We have no Saints to honor today, but by Royal Proclamation, today is Acadian Remembrance Day. And the 2016 National Democratic Convention at the Wells Fargo Center in Philadelphia, Pennsylvania, concludes today.
On this date in 1755 Lieutenant-Colonel Charles Lawrence, Governor of Nova Scotia under the British, signed the order ordering the expulsion of the French Catholic colonists from the Acadie sections of Nova Scotia. In 1763 a group of Acadian exiles in Philadelphia sent a petition protesting the expulsion to King George III of Great Britain. Because the King never responded to the petition, Warren A. Perrin, a Cajun attorney and cultural activist from Erath, Louisiana, resurrected the petition in 1990 and threatened to sue England if it refused to acknowledge the illegality of the Grand Derangement. After thirteen years of discussions, Perrin (by then a member of CODOFIL, the Council for Development of French in Louisiana) and his supporters in the United States and Canada persuaded Queen Elizabeth II, in her capacity as Queen of Canada, to issue a royal proclamation acknowledging the historical fact of the Great Upheaval and consequent suffering experienced by the Acadian people. The Royal Proclamation of 2003, formally known as Proclamation Designating July 28 of Every Year as “A Day of Commemoration of the Great Upheaval”, Commencing on July 28, 2005, is a document issued by Queen Elizabeth II acknowledging responsibility and expressing regret concerning the Grand Dérangement, England’s expulsion of French-speaking Acadian peasant farmers from Nova Scotia beginning in 1755. (And about time, too.) And the 2016 National Democratic Convention at the Wells Fargo Center in Philadelphia, Pennsylvania, concludes today.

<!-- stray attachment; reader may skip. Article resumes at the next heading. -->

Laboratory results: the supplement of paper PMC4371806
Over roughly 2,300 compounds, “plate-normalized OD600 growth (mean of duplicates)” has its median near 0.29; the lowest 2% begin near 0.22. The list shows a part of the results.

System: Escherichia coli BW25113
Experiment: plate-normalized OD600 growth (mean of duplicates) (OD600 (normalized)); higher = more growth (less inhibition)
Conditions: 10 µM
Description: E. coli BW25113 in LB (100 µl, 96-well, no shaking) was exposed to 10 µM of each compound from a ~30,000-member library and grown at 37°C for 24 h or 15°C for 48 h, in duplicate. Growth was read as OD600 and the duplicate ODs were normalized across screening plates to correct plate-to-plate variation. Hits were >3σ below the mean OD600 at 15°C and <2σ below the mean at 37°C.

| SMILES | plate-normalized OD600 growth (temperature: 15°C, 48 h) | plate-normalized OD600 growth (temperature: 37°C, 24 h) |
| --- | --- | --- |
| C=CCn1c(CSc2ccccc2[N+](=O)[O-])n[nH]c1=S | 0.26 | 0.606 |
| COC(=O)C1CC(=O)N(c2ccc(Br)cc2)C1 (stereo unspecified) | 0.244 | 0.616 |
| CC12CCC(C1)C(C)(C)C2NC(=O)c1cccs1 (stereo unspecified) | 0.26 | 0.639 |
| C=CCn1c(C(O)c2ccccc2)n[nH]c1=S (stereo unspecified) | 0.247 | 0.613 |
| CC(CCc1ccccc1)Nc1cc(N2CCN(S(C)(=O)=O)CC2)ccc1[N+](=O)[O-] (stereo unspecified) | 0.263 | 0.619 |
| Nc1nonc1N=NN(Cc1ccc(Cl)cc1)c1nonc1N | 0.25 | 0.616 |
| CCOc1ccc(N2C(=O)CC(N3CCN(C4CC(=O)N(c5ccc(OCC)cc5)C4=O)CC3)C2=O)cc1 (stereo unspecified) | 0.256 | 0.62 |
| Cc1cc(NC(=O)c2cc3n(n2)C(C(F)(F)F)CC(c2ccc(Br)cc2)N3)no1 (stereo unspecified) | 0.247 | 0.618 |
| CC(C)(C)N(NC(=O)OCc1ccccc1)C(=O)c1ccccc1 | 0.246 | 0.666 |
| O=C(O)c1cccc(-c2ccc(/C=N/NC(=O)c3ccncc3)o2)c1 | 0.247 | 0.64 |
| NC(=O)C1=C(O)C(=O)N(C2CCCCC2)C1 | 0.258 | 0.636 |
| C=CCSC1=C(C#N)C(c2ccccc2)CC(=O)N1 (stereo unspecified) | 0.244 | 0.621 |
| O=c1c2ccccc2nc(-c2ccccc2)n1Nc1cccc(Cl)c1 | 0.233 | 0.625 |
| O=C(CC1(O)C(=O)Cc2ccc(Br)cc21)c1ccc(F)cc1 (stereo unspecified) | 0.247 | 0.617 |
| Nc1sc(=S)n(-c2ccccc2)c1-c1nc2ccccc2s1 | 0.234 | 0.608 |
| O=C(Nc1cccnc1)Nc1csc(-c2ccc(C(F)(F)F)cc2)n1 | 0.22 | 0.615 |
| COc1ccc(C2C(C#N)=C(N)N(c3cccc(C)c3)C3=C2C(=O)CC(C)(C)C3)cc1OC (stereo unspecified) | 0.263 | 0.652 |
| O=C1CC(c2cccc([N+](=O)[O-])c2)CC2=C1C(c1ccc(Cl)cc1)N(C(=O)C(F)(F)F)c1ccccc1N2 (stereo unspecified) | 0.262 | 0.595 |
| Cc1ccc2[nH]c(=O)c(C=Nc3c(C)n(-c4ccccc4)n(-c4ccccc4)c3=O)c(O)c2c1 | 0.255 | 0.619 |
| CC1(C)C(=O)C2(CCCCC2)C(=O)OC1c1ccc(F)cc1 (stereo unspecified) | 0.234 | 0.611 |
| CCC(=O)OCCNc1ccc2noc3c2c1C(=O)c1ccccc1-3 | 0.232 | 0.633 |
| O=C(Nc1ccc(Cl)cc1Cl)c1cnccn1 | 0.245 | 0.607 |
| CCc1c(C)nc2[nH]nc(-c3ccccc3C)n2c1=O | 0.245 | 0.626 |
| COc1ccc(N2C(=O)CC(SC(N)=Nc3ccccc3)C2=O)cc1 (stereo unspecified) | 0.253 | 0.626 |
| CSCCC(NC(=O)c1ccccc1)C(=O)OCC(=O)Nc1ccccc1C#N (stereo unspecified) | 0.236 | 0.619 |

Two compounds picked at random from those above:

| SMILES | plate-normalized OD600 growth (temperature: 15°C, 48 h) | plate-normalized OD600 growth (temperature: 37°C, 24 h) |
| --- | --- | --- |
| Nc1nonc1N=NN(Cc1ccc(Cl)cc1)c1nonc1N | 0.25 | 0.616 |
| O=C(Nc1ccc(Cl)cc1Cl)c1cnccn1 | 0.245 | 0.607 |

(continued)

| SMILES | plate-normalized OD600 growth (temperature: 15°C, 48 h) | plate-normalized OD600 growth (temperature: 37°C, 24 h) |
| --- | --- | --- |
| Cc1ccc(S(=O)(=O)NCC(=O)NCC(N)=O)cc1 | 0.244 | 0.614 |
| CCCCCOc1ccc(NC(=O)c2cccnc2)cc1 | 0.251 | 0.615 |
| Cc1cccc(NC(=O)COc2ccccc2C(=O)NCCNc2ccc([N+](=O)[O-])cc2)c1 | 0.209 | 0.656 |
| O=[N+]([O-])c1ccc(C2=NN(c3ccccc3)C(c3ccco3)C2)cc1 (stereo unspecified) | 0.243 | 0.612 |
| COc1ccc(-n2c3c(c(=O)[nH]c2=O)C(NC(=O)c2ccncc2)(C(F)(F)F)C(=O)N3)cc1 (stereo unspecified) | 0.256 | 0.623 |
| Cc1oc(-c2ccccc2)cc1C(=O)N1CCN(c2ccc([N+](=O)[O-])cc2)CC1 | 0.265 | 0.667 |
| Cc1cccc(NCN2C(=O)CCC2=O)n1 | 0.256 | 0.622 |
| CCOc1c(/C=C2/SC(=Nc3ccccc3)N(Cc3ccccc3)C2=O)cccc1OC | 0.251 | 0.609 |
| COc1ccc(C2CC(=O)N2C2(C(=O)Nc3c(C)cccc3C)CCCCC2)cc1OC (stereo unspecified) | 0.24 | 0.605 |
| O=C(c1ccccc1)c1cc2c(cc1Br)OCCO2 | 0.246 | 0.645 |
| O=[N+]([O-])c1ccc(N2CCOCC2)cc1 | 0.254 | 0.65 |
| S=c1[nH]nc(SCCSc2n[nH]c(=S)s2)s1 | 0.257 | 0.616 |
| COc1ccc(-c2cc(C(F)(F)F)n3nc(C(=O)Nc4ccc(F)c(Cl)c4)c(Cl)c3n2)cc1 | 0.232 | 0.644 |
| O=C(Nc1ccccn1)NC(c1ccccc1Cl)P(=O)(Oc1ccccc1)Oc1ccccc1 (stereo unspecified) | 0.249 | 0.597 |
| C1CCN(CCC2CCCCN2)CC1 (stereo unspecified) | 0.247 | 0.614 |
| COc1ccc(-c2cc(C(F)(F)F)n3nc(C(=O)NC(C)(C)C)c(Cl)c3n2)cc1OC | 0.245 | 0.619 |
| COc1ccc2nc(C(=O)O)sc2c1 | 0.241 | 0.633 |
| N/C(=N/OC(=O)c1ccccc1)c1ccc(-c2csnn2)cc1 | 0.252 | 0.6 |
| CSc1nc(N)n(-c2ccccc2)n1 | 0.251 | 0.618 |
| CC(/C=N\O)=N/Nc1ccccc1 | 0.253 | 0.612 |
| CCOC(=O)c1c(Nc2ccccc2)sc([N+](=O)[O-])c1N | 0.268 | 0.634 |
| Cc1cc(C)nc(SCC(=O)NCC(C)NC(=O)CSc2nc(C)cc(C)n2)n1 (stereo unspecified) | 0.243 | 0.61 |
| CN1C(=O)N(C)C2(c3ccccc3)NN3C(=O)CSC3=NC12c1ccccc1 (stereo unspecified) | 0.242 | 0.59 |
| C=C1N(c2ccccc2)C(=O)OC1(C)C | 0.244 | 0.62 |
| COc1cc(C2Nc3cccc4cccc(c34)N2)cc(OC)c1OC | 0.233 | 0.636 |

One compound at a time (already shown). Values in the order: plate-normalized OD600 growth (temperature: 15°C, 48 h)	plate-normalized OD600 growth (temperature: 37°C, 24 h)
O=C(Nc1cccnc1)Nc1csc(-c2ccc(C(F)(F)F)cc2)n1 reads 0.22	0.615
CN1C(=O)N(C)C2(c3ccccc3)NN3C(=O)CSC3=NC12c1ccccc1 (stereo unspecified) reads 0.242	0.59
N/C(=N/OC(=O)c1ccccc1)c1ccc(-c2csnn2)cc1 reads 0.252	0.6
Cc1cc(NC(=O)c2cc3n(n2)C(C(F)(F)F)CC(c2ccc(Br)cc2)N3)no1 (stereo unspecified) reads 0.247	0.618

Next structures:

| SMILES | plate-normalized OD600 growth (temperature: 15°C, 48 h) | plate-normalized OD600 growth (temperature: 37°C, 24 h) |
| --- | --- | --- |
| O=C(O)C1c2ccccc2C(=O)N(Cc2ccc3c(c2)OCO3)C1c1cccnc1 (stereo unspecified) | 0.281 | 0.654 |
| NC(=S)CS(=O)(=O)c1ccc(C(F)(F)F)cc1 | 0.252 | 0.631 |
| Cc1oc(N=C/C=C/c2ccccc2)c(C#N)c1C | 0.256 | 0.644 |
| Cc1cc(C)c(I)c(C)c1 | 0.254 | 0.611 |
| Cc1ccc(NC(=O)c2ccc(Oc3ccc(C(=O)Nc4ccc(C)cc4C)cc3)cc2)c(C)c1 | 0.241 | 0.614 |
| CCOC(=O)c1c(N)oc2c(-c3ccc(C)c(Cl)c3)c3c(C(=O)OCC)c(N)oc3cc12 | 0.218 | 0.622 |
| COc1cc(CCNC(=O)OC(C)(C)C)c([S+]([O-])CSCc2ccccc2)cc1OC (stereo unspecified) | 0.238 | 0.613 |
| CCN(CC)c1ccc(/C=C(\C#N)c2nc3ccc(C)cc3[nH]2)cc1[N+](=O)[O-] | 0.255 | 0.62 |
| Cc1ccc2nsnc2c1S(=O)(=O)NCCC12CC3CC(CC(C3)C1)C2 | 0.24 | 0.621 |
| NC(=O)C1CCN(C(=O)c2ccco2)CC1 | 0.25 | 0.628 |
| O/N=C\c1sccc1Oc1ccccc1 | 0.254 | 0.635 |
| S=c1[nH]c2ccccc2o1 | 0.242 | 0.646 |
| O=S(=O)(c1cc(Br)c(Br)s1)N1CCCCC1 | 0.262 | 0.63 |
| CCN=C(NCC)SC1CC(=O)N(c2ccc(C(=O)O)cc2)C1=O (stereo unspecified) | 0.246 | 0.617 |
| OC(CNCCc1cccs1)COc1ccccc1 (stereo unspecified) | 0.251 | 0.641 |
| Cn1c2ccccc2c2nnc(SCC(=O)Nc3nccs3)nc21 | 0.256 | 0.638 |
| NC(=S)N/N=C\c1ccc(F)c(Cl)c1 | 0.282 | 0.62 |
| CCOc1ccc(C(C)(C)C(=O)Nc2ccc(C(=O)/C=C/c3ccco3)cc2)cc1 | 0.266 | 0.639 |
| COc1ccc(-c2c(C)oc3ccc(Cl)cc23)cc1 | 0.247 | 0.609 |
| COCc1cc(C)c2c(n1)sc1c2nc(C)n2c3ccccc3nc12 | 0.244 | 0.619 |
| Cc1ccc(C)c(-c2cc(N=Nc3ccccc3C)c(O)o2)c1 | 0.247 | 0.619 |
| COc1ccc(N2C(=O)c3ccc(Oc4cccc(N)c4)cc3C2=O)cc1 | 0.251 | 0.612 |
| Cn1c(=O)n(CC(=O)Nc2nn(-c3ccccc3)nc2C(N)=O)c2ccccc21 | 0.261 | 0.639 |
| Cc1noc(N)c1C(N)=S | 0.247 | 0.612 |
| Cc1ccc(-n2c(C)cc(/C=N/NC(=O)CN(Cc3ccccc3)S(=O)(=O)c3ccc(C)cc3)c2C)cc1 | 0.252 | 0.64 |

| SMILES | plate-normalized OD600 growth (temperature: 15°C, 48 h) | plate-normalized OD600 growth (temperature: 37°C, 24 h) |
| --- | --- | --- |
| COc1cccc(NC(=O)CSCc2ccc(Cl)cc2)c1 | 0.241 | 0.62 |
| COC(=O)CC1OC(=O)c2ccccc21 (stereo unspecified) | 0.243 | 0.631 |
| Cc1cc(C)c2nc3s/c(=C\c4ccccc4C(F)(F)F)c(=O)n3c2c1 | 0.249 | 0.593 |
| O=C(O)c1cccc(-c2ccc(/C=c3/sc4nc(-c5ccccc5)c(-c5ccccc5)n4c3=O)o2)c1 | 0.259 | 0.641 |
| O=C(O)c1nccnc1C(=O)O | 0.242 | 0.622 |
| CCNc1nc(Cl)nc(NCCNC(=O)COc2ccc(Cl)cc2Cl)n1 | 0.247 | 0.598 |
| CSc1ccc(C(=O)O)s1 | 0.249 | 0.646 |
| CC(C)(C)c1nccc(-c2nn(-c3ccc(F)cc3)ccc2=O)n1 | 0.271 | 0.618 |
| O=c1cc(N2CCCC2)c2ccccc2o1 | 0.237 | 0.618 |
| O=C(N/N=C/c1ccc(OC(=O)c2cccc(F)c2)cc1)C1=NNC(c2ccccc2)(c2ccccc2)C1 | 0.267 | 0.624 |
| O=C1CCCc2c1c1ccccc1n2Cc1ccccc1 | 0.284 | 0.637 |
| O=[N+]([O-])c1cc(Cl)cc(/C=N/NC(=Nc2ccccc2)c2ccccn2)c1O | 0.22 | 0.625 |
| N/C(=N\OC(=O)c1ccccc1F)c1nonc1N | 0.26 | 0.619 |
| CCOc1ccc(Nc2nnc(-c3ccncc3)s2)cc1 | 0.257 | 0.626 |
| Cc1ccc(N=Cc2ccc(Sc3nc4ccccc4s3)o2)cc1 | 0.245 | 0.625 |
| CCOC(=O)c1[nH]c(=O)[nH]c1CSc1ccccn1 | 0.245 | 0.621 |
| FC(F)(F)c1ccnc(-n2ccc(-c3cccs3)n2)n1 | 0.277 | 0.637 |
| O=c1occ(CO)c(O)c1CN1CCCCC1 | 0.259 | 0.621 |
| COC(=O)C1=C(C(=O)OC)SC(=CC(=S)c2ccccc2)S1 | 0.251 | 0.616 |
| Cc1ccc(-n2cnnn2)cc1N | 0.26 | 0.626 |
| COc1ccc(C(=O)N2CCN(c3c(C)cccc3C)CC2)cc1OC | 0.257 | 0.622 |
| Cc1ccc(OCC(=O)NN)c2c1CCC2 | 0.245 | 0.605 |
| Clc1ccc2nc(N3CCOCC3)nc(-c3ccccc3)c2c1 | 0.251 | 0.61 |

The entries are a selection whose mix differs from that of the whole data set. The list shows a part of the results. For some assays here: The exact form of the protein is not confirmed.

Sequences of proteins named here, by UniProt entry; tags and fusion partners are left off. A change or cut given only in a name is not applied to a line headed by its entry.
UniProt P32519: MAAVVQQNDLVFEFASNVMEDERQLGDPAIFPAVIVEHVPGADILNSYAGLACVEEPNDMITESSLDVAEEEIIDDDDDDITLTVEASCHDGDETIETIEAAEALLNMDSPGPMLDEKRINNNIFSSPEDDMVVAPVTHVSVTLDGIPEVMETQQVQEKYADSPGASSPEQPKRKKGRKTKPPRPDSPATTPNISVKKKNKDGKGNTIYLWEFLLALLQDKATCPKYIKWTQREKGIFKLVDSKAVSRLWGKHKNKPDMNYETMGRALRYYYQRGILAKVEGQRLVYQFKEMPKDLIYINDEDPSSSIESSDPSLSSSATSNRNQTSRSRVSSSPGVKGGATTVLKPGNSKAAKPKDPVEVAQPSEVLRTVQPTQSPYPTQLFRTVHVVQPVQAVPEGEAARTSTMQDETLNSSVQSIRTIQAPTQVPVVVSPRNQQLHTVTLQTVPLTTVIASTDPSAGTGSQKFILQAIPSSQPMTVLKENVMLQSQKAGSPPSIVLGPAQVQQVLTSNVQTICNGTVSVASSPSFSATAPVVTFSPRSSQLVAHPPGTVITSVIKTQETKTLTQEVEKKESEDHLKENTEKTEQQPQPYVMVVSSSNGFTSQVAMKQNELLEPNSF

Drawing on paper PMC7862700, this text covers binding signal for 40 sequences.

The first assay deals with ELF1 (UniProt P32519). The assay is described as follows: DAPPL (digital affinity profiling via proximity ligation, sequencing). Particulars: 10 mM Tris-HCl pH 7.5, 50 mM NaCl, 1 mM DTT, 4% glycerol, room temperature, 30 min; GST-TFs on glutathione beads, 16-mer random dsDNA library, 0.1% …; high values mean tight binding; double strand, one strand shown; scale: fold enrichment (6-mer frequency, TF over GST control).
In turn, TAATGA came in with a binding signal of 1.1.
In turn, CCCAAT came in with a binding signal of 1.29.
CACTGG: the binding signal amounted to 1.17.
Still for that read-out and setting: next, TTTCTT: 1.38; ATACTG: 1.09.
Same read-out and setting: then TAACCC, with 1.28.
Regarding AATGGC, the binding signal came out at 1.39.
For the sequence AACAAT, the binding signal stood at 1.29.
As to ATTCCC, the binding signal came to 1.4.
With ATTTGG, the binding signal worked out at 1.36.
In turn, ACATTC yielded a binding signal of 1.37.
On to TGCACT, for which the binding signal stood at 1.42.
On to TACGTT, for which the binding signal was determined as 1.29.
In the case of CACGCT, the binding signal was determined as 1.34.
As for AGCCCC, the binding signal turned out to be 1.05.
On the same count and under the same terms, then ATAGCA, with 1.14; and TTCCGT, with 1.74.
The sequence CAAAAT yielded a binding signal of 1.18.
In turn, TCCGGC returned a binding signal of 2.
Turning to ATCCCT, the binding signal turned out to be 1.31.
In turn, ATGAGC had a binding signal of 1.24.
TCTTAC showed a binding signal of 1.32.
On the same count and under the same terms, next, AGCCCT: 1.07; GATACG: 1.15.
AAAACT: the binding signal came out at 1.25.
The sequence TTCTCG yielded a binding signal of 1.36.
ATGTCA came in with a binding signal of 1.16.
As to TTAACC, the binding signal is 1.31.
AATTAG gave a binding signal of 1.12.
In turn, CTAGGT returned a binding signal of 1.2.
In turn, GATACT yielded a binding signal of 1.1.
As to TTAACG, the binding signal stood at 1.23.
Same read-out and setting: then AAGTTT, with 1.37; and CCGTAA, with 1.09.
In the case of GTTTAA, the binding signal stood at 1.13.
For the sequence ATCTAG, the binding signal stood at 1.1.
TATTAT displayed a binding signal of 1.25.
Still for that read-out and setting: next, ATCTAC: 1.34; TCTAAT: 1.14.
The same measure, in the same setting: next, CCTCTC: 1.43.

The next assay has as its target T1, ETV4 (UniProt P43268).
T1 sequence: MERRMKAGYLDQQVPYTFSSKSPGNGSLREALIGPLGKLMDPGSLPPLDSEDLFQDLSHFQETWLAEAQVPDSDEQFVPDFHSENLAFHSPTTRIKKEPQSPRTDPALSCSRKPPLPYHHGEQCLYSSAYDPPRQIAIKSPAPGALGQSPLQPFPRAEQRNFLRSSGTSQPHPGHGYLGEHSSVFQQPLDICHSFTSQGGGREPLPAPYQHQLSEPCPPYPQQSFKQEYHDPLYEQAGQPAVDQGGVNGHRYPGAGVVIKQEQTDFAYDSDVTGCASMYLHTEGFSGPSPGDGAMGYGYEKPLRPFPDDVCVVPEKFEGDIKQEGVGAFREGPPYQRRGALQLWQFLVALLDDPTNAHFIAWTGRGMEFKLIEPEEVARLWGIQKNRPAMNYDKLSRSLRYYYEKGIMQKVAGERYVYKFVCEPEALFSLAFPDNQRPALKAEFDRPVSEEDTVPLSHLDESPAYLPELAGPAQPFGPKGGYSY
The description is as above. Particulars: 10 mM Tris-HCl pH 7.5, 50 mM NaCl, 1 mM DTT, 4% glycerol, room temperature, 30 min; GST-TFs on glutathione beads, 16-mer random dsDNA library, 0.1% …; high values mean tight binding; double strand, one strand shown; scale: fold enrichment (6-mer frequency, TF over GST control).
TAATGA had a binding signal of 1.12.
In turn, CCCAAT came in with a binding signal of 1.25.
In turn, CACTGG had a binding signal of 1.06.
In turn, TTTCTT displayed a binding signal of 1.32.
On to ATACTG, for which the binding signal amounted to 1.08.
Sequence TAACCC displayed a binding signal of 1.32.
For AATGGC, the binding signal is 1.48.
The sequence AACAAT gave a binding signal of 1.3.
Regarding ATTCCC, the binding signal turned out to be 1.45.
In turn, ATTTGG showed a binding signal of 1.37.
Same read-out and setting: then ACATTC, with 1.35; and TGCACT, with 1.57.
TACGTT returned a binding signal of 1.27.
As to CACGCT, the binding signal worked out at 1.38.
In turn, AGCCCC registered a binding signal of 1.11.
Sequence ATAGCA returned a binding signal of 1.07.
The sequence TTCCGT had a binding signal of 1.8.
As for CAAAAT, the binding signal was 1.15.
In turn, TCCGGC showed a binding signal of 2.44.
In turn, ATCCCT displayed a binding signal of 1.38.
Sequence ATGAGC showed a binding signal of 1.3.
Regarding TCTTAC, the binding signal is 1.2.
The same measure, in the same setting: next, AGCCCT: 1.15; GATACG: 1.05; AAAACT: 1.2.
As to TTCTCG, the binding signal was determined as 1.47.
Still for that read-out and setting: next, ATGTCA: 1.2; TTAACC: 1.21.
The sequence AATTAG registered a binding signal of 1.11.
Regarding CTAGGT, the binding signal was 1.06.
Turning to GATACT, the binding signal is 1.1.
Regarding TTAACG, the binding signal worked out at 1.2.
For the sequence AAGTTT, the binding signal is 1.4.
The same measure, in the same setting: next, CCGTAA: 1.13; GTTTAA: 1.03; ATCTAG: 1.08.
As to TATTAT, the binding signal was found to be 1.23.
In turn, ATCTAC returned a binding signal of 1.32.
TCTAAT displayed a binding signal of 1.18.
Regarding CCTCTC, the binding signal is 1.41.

When I woke up at 8:00 am, the Weekly Virus Scan that I had started when I went to bed last night had finished properly. I did my Book Devotional Reading, then ate my breakfast toast while reading the Thursday papers. I then called my psychiatrist’s office about my medication that I need refilled, and left a voice mail. I did my Internet Devotional Reading and said the First Day of my Transfiguration Novena. I then got a call back from my psychiatrist’s office, and they took down all of my information (including my pharmacy). Next, I did Advance Daily Update Drafts for the rest of the morning, getting about three weeks ahead. (My goal is to get about four weeks ahead, or a solid month, and to stay at about that point until we go on our vacation in November.)
I left the house on my own at 1:00 pm; before I got out of the car to eat lunch, I checked on the date and time of the annual Mass in Remembrance of Charlene Richard; it will be Friday, August 5th at 6:00 pm. I then ate Chinese at Peking for my lunch, and started reading the June 2016 issue of National Geographic magazine. At Wal-Mart I purchased my salad supplies, and at the Valero I purchased my Powerball and Louisiana Lotto lottery tickets for Saturday night’s drawing (and won $3.00 from my previous batch of tickets).